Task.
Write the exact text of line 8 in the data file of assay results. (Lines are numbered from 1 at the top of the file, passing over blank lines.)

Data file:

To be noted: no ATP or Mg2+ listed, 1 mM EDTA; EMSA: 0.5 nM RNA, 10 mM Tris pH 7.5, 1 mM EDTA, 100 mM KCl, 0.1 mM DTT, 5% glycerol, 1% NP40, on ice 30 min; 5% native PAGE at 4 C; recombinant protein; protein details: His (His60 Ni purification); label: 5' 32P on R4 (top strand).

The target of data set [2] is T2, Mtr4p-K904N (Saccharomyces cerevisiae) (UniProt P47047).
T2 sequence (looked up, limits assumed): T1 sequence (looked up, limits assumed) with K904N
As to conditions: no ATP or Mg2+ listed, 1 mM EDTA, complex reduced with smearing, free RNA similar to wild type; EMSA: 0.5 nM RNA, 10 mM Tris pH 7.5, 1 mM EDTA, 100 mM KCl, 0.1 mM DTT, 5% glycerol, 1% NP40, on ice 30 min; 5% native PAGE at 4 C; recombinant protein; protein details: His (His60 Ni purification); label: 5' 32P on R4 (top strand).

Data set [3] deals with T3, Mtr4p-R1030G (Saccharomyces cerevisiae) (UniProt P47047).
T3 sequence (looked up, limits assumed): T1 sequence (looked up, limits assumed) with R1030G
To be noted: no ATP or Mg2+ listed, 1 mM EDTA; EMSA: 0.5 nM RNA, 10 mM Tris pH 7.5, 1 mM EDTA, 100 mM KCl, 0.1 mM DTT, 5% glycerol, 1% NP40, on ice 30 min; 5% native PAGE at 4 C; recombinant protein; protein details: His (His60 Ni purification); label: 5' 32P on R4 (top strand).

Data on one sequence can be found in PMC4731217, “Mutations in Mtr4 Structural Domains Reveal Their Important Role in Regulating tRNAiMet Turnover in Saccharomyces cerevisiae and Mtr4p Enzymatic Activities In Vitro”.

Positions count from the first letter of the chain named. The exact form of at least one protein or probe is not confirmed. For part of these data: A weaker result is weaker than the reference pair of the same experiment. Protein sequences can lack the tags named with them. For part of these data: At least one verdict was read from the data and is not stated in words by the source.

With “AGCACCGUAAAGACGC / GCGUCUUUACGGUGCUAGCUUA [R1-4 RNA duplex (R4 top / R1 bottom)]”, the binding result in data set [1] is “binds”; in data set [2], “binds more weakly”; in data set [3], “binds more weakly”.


Data on one sequence can be found in PMC4731217, “Mutations in Mtr4 Structural Domains Reveal Their Important Role in Regulating tRNAiMet Turnover in Saccharomyces cerevisiae and Mtr4p Enzymatic Activities In Vitro”.